Judging by the marketing material and the trailers for 'Returnal', one would be forgiven for expecting something slow-burning, thought-provoking, and along the lines of Alex Garland's 'Annihilation', or esoteric like 'Solaris'.
Instead, 'Returnal' has the gun-crazy, all-blasting carnage of 'Metroid' or 'Smash TV' on steroids and the concept of 'Edge of Tomorrow', even down to some of the enemy design. You play Selene, a lone scout who has crash-landed on a planet known as Atropos with the intent of locating a mysterious signal known as 'White Shadow'. As you progress through the planet, you'll discover lots of pretty weird goings-on involving an old house, an astronaut, and the fact that Selene basically can't die and keeps waking up back at her crashed ship.
The big thing that 'Returnal' keeps hammering to you is that dying is part of the game. It's not that there are some incidents that are solved by dying, but rather that the game's difficulty is such that it's going to happen so get used to it. Unlike 'Demon Souls' or 'Dark Souls', however, it's not so frustrating that you're faced with a lack of motivation to continue. A small handful of items remain on you each time you die. There's a proficiency system for each type of weapon you encounter that remains after death. You also have an adrenaline-based power-up system that gives you an edge with each kill you make. In other words, you're given every chance to succeed and the only thing stopping you is your own skill level. Die enough times, you'll eventually break through.
Of course, while you may be thinking that the environment remains the same and the enemies themselves will be the same, that's not always the case. Some of the areas will shift and change with each cycle, not to mention enemy placement and variety. This means that every time you die, you're going into a fresh situation and, as a result, it softens the repetitive strain. The next cycle might give you an edge that you didn't have before, and therefore allow you to proceed onward. This keeps the game intensely addictive, giving you that 'just one more try' feeling that'll drain all your free time.
In terms of graphics, 'Returnal' gives the PS5 every opportunity to be put through its paces. The haptic-feedback system on the control gives the weapon's fire a convincing rumble, and the rainfall on your suit translates into the movement of the controller. The game is best enjoyed, funnily enough, on headphones as opposed to a sound system thanks to the 3D audio capability on the PS5. Not only that, the high frame-rate keeps the action fast and furious without a shred of lag.
The combat system does have its kinks and quirks that are odd enough to trip you up, but not so unfamiliar that they're going to do it every time. The hot-reload action is reminiscent of, say, 'Gears of War'. The various weapons are distinctive enough that you'll naturally find yourself favouring one as you go through each level, but with the enemies adapting to your own skill level, you're going to be knocked down again and again until you simply get better.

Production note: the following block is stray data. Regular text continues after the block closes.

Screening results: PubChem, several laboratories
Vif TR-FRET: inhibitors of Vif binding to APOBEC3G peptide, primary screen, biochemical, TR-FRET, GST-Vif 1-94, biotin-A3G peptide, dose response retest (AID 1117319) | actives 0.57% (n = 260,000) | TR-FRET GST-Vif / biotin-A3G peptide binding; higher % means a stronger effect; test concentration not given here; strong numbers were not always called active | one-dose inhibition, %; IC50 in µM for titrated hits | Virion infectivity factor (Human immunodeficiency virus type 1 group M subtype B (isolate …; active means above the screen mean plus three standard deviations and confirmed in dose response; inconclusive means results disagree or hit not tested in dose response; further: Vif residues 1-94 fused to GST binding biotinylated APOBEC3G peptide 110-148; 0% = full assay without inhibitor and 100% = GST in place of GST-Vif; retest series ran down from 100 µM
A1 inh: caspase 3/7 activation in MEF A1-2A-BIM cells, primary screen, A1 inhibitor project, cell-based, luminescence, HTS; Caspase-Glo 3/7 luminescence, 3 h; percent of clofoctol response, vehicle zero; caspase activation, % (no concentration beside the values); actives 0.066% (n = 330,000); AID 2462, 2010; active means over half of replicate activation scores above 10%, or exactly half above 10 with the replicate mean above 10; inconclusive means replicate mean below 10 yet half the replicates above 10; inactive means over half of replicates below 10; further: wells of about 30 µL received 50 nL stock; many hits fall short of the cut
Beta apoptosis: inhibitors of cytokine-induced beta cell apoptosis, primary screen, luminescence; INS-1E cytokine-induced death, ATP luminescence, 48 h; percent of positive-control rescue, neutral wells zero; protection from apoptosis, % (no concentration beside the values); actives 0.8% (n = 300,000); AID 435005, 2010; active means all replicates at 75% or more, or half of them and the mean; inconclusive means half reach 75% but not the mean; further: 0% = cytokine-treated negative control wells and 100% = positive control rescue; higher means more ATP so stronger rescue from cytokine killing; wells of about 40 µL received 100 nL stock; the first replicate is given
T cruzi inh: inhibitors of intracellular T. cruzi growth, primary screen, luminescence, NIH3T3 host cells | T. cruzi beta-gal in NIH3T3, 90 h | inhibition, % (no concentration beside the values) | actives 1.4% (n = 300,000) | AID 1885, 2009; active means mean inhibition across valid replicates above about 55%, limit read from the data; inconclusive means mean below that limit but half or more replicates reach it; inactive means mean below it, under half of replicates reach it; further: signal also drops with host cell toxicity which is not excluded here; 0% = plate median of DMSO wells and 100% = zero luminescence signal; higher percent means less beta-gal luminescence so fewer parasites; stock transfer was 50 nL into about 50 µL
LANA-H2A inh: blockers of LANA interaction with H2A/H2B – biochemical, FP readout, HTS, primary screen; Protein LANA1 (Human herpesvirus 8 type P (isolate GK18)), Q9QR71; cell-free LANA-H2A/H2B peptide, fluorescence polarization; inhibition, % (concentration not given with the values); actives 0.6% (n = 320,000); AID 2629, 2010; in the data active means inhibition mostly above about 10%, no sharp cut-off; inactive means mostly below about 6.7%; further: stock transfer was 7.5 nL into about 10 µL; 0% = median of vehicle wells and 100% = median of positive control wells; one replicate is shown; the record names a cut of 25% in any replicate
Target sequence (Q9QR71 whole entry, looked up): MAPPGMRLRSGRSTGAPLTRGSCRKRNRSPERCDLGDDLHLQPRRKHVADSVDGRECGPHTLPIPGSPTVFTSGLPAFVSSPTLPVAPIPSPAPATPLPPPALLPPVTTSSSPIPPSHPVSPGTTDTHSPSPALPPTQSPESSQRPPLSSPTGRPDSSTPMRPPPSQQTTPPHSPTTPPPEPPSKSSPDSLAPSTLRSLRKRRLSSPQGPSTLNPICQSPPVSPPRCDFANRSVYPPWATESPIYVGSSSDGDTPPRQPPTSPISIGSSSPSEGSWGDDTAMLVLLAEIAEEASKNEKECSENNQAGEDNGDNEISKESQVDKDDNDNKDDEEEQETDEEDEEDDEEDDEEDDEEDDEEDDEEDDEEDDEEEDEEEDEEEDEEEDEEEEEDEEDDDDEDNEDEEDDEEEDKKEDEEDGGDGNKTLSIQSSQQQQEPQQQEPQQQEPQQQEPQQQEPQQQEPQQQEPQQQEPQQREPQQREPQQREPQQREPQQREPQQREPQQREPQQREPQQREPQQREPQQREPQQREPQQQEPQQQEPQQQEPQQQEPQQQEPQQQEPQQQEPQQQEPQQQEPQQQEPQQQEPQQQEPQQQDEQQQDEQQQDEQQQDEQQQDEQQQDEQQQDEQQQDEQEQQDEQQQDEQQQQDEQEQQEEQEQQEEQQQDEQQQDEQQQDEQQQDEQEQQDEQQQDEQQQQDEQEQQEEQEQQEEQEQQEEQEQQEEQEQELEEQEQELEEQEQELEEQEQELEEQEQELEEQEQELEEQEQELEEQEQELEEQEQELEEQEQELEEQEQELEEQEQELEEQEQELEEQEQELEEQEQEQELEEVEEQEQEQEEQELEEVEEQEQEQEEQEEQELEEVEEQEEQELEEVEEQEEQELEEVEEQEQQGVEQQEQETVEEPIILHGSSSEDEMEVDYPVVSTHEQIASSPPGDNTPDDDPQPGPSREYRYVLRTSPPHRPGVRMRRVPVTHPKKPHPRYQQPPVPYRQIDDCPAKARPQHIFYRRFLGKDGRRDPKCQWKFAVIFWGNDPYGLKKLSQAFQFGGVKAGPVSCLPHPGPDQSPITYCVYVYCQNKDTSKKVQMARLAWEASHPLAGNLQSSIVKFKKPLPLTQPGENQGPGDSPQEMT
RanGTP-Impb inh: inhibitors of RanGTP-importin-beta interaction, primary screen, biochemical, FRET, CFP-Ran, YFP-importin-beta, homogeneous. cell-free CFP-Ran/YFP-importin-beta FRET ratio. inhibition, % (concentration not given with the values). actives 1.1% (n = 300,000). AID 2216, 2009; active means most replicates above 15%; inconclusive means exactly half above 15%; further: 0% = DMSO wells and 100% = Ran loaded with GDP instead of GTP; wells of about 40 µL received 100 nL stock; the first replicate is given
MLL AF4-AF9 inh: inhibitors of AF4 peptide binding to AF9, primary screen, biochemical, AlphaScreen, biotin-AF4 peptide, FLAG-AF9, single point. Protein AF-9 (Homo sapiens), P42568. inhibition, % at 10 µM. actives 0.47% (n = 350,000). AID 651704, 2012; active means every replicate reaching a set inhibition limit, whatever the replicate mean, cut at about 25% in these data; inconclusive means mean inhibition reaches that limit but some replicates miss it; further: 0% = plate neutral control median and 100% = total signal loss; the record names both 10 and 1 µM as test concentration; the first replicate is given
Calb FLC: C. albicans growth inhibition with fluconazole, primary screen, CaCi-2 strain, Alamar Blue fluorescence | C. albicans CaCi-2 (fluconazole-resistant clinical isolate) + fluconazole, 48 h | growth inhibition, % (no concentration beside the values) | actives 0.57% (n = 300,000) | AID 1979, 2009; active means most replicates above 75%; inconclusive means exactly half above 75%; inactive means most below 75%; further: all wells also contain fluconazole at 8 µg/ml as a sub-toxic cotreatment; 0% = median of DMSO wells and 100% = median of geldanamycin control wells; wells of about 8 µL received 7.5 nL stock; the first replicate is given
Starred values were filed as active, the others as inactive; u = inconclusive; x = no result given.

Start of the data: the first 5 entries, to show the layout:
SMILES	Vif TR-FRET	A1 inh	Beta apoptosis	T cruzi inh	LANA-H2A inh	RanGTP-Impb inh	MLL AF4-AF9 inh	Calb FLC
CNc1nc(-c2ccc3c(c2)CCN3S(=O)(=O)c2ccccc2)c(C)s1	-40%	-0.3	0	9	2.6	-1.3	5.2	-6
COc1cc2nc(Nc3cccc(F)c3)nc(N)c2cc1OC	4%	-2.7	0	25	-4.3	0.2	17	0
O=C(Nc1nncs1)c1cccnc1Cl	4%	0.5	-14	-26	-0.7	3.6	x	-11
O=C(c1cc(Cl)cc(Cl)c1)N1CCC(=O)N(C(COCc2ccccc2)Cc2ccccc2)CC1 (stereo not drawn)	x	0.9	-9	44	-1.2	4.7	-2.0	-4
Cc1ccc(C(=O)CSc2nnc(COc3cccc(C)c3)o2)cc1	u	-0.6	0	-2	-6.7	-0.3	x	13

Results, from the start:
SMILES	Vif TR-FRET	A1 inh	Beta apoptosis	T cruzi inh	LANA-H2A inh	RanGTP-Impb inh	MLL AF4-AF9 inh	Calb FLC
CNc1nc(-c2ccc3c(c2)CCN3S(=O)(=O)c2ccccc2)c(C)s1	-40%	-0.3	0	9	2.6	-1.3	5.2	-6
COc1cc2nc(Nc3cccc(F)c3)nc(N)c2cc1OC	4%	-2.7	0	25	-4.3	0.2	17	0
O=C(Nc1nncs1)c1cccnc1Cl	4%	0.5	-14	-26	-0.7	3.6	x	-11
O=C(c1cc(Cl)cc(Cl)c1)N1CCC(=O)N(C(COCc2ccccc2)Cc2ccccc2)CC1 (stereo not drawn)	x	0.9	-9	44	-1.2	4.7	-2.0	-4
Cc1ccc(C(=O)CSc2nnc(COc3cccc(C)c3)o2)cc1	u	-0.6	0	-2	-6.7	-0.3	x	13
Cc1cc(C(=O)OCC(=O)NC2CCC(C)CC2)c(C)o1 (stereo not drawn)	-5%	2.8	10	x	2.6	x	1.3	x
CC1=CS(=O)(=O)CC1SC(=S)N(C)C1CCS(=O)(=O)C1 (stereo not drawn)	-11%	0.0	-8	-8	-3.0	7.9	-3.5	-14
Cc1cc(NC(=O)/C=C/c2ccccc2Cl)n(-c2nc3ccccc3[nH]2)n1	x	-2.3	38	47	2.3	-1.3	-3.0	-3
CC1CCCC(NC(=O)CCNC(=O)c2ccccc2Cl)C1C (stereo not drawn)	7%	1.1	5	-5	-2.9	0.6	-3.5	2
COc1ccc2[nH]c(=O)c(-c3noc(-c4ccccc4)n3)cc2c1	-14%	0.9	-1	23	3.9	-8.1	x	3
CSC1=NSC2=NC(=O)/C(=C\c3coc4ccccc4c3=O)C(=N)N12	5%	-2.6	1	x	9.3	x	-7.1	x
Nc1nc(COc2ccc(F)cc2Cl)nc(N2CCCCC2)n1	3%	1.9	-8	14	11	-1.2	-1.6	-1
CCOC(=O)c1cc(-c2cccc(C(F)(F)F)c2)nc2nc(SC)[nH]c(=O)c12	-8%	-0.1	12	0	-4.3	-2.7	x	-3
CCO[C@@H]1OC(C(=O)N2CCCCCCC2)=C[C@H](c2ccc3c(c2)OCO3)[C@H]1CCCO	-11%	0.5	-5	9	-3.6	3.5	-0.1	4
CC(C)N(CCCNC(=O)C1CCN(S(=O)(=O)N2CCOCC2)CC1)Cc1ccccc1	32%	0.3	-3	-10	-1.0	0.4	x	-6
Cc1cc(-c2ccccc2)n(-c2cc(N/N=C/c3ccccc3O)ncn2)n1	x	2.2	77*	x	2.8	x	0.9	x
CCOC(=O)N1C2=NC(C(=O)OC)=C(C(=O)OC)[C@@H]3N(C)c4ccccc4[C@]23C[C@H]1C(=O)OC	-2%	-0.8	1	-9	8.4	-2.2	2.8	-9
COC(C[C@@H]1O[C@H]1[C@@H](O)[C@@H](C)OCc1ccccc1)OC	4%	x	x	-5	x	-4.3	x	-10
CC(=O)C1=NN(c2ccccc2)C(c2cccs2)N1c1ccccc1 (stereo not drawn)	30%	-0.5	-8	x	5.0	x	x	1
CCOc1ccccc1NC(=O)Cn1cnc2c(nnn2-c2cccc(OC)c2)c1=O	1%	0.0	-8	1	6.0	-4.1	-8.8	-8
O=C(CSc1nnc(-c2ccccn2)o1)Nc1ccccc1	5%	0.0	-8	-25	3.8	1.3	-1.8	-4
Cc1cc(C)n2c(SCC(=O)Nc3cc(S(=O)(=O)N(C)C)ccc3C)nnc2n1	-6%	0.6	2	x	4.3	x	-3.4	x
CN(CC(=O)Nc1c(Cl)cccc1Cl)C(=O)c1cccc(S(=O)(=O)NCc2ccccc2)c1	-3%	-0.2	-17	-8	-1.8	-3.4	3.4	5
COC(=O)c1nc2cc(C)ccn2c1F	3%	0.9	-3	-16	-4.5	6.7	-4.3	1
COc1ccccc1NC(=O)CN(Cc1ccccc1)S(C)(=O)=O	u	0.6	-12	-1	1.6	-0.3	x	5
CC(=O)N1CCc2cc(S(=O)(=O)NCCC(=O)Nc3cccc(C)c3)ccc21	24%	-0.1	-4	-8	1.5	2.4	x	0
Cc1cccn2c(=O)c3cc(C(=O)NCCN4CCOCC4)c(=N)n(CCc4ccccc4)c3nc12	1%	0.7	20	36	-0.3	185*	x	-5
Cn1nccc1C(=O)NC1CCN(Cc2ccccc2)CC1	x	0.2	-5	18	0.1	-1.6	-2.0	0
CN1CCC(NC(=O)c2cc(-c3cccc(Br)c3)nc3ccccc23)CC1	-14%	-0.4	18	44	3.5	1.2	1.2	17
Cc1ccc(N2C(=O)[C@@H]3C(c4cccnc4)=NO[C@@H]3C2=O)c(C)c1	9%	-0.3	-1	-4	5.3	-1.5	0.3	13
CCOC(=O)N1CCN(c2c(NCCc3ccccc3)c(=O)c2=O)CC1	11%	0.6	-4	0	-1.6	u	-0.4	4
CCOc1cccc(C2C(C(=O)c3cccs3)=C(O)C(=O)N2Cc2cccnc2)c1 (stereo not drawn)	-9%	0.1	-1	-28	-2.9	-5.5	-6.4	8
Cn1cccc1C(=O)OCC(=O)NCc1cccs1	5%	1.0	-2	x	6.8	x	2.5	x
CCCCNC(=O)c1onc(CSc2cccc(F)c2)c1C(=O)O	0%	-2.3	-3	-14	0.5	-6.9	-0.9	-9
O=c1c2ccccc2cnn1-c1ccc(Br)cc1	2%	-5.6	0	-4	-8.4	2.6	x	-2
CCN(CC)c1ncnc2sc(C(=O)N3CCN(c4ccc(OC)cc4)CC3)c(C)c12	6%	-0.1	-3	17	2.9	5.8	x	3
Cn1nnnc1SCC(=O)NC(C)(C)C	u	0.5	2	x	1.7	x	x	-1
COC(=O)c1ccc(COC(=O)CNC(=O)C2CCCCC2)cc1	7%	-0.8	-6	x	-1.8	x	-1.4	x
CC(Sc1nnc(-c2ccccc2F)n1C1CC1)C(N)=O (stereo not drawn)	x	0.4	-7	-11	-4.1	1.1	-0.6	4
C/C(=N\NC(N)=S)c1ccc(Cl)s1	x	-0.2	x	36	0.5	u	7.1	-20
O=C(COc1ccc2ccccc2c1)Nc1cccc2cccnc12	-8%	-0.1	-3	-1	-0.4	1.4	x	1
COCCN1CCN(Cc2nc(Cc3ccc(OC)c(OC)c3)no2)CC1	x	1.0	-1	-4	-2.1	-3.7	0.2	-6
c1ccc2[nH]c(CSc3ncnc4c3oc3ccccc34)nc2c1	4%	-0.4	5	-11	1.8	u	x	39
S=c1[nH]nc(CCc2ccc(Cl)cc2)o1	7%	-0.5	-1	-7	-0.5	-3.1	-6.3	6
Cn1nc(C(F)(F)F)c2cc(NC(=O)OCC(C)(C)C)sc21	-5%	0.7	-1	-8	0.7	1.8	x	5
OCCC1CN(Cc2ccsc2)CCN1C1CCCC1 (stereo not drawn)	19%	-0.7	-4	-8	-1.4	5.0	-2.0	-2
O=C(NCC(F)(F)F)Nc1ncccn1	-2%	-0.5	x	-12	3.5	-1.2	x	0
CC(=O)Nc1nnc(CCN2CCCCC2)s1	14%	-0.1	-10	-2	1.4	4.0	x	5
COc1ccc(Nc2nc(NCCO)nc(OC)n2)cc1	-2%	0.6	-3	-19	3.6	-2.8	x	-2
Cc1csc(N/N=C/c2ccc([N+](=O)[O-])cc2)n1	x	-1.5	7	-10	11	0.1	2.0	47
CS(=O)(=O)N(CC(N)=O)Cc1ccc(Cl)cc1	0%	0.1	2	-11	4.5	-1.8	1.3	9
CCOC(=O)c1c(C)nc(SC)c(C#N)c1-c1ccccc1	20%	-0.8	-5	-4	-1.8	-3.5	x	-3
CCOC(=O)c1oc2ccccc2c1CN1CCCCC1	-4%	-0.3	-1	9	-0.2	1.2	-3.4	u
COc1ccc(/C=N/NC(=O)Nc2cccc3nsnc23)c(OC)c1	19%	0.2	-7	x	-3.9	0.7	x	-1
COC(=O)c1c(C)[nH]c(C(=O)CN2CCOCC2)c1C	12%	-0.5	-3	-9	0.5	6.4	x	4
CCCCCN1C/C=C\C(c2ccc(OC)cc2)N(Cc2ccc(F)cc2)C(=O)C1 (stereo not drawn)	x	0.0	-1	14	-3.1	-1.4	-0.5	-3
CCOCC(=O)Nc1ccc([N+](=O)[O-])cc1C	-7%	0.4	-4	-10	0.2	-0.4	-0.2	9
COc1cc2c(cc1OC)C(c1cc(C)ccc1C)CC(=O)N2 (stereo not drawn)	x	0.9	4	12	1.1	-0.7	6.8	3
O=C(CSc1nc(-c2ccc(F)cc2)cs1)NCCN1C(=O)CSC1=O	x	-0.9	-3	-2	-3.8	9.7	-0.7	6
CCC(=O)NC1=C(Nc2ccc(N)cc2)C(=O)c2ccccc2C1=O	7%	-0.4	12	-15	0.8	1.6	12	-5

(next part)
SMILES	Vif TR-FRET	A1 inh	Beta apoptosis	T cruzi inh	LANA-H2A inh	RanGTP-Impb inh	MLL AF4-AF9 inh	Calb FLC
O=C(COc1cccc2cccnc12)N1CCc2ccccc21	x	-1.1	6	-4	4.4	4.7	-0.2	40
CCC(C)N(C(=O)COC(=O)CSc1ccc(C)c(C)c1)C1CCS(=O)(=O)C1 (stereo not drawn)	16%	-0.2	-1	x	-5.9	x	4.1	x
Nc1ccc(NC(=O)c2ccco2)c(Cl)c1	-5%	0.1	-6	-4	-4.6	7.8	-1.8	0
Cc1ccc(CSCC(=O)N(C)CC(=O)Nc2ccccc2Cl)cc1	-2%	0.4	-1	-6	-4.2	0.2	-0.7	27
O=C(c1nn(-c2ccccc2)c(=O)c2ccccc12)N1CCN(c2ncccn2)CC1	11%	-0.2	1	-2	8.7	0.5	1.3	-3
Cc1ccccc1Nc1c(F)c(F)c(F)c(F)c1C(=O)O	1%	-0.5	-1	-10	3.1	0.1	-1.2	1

That's what a lot of the story in 'Returnal' is about - defeat, exhaustion, but through it all, perseverance. The only way off the planet for Selene is to get through it and break the loop once and for all. Each time you die, you're presented with the same cutscene of her crash-landing on Atropos, but dropped into each of them is a new clue, a new scene, a new image that gives you something to watch for. What 'Returnal' keeps hammering home is that you learn from every mistake. For you playing, it's learning to make a decision faster and with more confidence. For Selene, it's understanding the planet's uniqueness and why it's reacting specifically to her, and why it seems like she's always been there. Has she? You encounter a version of yourself - dead, of course - along the way, so was this even the first time you were there?
Most games rarely play with the concept of eternal return so fully, because the idea is that the story is meant to be played through once and your part in it is unbroken. In 'Returnal', when you die, you start over. So too does Selene. Like you, she gets angry and frustrated and more determined to stop it than ever. It's odd how much of the game's emotional beats can figure into your own as you play.
When she wakes up raging over a particular death, you yourself are likely in the middle of it. When you do eventually break through, the relief is palpable but it's short-lived. Something else is coming at you both, and you're never far from death - but it's never been this fun.